Lyme Regis

by Ben Johnson

Welcome to Lyme Regis, the ‘Pearl of Dorset’, situated at the heart of the world famous Jurassic Coast.

Lyme Regis is an historic seaside resort and fishing port. Situated at the mouth of the river Lym in the county of Dorset, Lyme is first mentioned in 774 in connection with a manor granted by the West Saxon King Cynewulf to Sherborne Abbey. Mentioned in the Domesday Book, Lyme received its first Royal Charter from King Edward I in 1284 to become Lyme ‘Regis’. In the 13th century it developed into an important port.

Lyme’s existence depended upon the Cobb, a small artificial harbour dating from the time of Edward I. Lyme is exposed to south-westerly gales, and the Cobb acts as both a harbour and a breakwater. Because of The Cobb, Lyme Regis became a shipbuilding centre and important port: as recently at 1780 it was larger than the port of Liverpool.

View of Lyme Regis from The Cobb

The Cobb is internationally known as the place where Louisa Musgrove fell from steps known locally as “Granny’s Teeth”, in Jane Austen’s novel “Persuasion”. Jane Austen stayed here in 1804, and several scenes from both ‘Persuasion’, and ‘Northanger Abbey’ are set in the area. Whilst in Lyme she wrote to her sister describing how she enjoyed bathing, walking on the Cobb, and dancing at the local Assembly Rooms. The Cobb also features in the late John Fowles novel “The French Lieutenants Woman” which was made into a very successful film.

Lyme Regis has not always been the quiet seaside resort it is today. The town was besieged by Royalist forces during the Civil War in 1644. The Duke of Monmouth landed here in 1685 in an effort to take the Crown from his uncle King James II. The Monmouth Rebellion ended in failure at the Battle of Sedgemoor: 23 rebels were later hung and quartered on the beach where he first stepped ashore.

Lyme Regis is twinned with St George in Bermuda, the link being one of the town’s most famous sons, Admiral Sir George Somers (1554 – 1610). Sir George was an Elizabethan seafarer, MP, military leader and founder of Bermuda (The Somers Isles), England’s first Crown Colony. He was also instrumental in ensuring the survival of the Virginian colony of Jamestown by sailing to their rescue from Bermuda (where he had been shipwrecked) with fresh food and supplies. He returned to Bermuda to collect more supplies but fell ill and died in 1610. His heart was buried in Bermuda but his body, pickled in a barrel, was landed on the Cobb at Lyme Regis in 1618. A volley of muskets and cannon saluted his last journey to Whitchurch Canonicorum where his body is buried. It is widely believed that Shakespeare wrote “The Tempest” in tribute to Sir George Somers.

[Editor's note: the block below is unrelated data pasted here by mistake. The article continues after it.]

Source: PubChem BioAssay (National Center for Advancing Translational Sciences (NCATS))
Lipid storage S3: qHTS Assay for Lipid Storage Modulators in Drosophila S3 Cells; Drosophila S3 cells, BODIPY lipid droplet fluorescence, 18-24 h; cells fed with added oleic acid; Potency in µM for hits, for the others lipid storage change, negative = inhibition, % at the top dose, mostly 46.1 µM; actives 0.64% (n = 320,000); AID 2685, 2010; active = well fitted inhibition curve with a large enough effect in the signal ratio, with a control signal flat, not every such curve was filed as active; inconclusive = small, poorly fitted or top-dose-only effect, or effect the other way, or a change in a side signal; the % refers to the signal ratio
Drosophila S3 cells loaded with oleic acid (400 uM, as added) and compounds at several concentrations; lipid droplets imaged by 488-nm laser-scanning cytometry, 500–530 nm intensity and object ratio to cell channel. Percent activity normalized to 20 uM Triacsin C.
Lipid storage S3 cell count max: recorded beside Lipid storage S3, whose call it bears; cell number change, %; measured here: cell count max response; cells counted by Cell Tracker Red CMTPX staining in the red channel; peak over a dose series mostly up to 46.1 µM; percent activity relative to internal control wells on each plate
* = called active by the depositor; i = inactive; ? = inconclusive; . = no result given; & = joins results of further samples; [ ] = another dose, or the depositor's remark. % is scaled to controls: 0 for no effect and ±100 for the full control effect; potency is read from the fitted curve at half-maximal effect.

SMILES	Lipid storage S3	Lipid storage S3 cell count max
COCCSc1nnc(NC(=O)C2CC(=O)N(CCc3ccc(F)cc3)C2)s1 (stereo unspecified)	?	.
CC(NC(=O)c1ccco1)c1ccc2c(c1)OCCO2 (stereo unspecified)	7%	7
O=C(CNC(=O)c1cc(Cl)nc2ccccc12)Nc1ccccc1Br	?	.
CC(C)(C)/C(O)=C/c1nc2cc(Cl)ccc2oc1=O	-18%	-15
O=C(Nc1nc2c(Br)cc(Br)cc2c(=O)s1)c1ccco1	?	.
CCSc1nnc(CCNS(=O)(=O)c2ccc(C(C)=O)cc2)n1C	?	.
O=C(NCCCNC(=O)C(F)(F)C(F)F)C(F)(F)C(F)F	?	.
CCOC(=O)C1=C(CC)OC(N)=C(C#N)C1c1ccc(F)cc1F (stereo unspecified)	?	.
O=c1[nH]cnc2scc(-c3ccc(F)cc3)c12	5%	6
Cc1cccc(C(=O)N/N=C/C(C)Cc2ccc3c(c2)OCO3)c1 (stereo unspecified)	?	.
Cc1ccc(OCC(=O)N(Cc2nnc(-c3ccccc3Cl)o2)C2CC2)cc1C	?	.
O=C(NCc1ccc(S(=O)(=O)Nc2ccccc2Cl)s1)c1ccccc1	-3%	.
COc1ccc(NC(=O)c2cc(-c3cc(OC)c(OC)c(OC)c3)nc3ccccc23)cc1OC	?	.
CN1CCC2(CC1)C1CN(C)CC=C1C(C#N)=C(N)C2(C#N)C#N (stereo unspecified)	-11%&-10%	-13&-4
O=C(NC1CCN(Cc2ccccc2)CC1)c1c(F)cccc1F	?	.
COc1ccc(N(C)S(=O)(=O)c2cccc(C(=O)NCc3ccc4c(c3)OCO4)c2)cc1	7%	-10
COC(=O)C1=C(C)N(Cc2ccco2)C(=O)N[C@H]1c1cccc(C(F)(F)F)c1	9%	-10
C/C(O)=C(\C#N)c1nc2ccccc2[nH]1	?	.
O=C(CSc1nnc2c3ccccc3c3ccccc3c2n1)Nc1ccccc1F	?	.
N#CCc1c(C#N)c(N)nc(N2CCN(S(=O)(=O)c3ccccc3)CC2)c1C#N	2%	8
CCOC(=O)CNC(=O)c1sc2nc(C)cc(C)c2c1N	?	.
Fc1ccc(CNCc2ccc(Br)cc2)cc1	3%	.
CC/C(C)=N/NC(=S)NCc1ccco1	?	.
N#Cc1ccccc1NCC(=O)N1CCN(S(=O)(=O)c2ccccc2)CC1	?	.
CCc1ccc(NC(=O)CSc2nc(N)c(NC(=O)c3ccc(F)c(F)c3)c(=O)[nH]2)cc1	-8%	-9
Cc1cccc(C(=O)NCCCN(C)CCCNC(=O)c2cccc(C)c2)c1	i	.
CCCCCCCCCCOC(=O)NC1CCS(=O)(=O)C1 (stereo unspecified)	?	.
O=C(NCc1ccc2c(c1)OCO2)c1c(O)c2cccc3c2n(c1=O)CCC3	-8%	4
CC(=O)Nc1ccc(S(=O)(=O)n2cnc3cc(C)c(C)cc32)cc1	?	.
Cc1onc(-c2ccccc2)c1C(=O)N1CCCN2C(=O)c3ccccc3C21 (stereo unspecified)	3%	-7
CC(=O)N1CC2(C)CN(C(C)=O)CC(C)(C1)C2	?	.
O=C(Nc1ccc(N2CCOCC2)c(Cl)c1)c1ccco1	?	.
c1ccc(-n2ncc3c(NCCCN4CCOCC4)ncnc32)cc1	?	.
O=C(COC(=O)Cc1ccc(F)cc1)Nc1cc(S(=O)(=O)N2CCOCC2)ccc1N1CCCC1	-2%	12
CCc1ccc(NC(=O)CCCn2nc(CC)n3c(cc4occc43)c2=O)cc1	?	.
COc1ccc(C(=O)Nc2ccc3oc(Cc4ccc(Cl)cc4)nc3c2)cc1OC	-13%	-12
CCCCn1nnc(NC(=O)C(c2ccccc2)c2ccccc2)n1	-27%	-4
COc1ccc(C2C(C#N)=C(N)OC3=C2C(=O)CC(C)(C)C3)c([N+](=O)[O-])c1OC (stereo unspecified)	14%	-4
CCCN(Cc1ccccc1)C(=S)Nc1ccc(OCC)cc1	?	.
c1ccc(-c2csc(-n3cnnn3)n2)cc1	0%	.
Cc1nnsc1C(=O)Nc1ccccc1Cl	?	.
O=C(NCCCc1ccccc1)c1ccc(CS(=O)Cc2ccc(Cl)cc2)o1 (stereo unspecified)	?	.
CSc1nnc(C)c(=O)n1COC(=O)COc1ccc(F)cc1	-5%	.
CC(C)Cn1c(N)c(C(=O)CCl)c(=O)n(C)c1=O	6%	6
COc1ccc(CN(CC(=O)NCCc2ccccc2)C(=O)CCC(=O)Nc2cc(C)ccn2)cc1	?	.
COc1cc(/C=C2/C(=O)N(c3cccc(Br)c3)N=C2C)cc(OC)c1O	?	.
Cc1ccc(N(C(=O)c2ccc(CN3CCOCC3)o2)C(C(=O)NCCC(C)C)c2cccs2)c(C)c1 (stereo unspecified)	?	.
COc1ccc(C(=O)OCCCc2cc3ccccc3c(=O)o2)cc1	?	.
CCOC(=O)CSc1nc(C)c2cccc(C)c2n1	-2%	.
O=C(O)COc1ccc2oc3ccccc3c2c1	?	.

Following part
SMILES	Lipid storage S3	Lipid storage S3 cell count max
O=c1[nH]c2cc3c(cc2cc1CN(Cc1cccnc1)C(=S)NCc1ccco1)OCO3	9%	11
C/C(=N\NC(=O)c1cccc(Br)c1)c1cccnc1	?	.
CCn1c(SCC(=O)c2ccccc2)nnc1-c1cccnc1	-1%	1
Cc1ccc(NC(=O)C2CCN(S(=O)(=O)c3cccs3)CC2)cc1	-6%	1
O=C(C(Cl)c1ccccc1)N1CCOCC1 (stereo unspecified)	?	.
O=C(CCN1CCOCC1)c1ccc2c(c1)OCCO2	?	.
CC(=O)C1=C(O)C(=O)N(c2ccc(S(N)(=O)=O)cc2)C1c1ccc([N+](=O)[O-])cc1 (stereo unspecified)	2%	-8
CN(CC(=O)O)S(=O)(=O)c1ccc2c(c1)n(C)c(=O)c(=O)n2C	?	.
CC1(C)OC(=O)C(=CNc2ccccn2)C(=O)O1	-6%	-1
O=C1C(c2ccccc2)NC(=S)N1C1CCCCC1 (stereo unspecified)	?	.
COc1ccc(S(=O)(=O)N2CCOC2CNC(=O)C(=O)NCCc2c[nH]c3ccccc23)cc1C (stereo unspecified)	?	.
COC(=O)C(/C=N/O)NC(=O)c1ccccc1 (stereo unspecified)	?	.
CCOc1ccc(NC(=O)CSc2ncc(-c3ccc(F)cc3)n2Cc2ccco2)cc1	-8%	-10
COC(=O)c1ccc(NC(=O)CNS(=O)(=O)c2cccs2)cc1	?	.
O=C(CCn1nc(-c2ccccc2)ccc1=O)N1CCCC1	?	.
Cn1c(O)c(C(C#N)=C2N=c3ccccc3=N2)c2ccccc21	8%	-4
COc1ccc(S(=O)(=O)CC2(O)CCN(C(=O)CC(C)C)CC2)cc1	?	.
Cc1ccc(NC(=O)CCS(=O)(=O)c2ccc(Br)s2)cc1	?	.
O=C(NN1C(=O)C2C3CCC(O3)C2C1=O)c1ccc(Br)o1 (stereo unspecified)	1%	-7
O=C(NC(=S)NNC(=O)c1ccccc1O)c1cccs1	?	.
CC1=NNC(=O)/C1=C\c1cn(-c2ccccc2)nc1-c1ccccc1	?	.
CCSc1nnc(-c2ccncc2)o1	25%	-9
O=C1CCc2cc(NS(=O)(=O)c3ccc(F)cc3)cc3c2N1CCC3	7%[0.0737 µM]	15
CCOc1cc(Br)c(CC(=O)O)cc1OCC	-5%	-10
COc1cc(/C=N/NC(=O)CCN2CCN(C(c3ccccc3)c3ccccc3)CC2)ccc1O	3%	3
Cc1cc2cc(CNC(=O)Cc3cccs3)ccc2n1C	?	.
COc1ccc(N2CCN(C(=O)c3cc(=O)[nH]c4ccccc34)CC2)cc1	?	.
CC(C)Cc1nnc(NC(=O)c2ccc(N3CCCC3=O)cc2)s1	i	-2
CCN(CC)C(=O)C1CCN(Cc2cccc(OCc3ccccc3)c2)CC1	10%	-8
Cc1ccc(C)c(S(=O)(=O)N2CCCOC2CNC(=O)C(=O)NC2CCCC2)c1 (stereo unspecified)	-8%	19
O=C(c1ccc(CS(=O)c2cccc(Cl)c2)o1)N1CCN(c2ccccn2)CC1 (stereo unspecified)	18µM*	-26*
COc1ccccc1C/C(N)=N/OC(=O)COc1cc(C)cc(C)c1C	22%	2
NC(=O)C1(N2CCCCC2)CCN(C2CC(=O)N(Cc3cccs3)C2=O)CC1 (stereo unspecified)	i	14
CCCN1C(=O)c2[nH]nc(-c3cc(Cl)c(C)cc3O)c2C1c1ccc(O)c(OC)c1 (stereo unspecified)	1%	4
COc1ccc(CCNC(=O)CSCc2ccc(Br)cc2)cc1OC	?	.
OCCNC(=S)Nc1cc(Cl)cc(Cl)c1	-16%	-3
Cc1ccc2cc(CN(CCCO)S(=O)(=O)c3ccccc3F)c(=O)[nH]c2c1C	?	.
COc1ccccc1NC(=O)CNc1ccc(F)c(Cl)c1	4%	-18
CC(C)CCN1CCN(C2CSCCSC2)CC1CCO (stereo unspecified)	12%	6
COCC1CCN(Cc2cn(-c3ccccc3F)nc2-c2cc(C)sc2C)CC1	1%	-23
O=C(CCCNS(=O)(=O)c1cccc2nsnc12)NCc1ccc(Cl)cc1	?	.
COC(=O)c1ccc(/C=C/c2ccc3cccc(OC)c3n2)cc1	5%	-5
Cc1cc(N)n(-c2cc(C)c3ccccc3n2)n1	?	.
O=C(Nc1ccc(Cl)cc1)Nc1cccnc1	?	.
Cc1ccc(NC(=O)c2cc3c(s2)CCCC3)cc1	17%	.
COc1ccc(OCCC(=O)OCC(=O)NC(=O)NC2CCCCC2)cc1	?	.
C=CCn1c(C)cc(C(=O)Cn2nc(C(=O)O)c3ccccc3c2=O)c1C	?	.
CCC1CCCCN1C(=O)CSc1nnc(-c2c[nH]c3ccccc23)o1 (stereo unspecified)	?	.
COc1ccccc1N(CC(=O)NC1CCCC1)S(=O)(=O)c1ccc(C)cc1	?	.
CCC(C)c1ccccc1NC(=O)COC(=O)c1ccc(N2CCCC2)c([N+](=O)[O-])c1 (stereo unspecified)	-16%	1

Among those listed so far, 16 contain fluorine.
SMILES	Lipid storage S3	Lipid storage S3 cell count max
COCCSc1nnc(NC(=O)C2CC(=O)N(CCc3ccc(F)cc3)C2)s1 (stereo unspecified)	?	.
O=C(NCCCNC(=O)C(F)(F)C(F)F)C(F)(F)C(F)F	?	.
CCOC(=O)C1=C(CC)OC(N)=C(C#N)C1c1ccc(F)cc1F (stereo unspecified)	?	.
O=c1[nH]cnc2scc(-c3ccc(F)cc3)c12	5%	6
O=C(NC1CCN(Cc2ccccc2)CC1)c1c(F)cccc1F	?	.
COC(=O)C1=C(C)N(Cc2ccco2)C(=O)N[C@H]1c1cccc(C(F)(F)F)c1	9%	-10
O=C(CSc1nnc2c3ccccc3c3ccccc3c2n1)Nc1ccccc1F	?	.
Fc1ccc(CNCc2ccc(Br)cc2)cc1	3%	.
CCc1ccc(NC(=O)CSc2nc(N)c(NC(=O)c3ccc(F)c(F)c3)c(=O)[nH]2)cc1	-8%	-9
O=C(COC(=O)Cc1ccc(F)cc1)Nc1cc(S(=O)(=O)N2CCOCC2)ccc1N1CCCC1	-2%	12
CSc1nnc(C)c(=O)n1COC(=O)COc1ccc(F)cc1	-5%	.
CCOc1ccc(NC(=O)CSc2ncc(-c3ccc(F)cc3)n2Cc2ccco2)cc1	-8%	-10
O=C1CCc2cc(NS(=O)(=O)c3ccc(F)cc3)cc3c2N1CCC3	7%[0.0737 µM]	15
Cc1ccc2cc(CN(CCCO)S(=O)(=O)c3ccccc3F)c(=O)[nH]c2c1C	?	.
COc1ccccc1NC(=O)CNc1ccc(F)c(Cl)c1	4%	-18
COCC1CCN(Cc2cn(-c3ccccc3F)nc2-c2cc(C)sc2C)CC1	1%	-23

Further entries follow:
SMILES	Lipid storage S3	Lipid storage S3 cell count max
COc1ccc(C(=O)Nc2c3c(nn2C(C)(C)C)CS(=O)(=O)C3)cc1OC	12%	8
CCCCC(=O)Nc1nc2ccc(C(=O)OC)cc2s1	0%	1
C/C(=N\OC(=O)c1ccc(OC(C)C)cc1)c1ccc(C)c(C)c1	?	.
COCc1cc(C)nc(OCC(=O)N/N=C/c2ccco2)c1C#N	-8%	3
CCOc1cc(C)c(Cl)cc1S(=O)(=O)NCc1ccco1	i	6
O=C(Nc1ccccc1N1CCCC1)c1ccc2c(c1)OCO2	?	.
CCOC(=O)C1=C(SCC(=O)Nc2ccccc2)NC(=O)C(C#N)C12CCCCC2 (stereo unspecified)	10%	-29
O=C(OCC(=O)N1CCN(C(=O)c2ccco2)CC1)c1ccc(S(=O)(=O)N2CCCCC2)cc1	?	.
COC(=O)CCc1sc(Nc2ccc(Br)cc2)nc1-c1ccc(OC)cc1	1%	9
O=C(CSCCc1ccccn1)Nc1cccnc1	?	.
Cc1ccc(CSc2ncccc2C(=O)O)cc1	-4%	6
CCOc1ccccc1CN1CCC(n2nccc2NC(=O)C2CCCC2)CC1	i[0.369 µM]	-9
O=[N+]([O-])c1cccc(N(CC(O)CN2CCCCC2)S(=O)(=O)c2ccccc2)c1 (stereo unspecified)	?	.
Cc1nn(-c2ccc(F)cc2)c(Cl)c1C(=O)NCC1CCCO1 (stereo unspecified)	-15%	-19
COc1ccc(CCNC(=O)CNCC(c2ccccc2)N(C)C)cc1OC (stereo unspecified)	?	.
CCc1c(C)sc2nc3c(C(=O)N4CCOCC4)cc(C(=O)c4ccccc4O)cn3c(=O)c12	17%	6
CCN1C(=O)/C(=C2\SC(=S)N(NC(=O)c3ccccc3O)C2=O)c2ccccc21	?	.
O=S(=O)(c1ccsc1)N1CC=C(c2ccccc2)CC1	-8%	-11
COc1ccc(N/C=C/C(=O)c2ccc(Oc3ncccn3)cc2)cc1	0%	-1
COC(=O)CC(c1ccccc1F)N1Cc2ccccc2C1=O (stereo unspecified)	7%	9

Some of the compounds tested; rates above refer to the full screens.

Lyme Regis is situated at the heart of the Jurassic Coast, so called because of the wealth of fossils found here. It was in the cliffs near Lyme that the famous Ichthyosaur was discovered in 1819 by Mary Anning, the daughter of a local fossil collector. She went on to find a complete Plesiosaur and the well preserved remains of a flying reptile.

The steep narrow streets of Lyme reflect its long history and the Georgian architecture is contemporary with its prosperity in the 18th century when sea bathing became fashionable.

Two centuries later Lyme Regis still relies on tourism for its survival. The town enjoys a beautiful setting with a sandy town beach and pebble beaches nearby, including the famous fossil beach at nearby Charmouth.

The promenade (above) runs from one end of town to the other. There are cafes, shops, pubs, inns and restaurants at both ends of the seafront. Boat and fishing trips run from the harbour. A walk along the famous Cobb is a must, and of course, a trip to Lyme Regis would not be complete without trying your hand at some fossil hunting!

Museums
View our interactive map of Museums in Britain for details of local galleries and museums.

Anglo-Saxon Remains
Try our interactive map of Anglo-Saxon Sites in Britain for details of nearby sites.

Battlefield Sites
Browse our interactive map of the Battlefield Sites in Britain for details of nearby sites.

Getting here
Lyme Regis is easily accessible by both road and rail, please try our UK Travel Guide for further information. Rail services from London Waterloo to Exeter stop at Axminster, local bus services link Axminster station to Lyme Regis.

Lyme Regis

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Christmas Gift Guide for History Buffs

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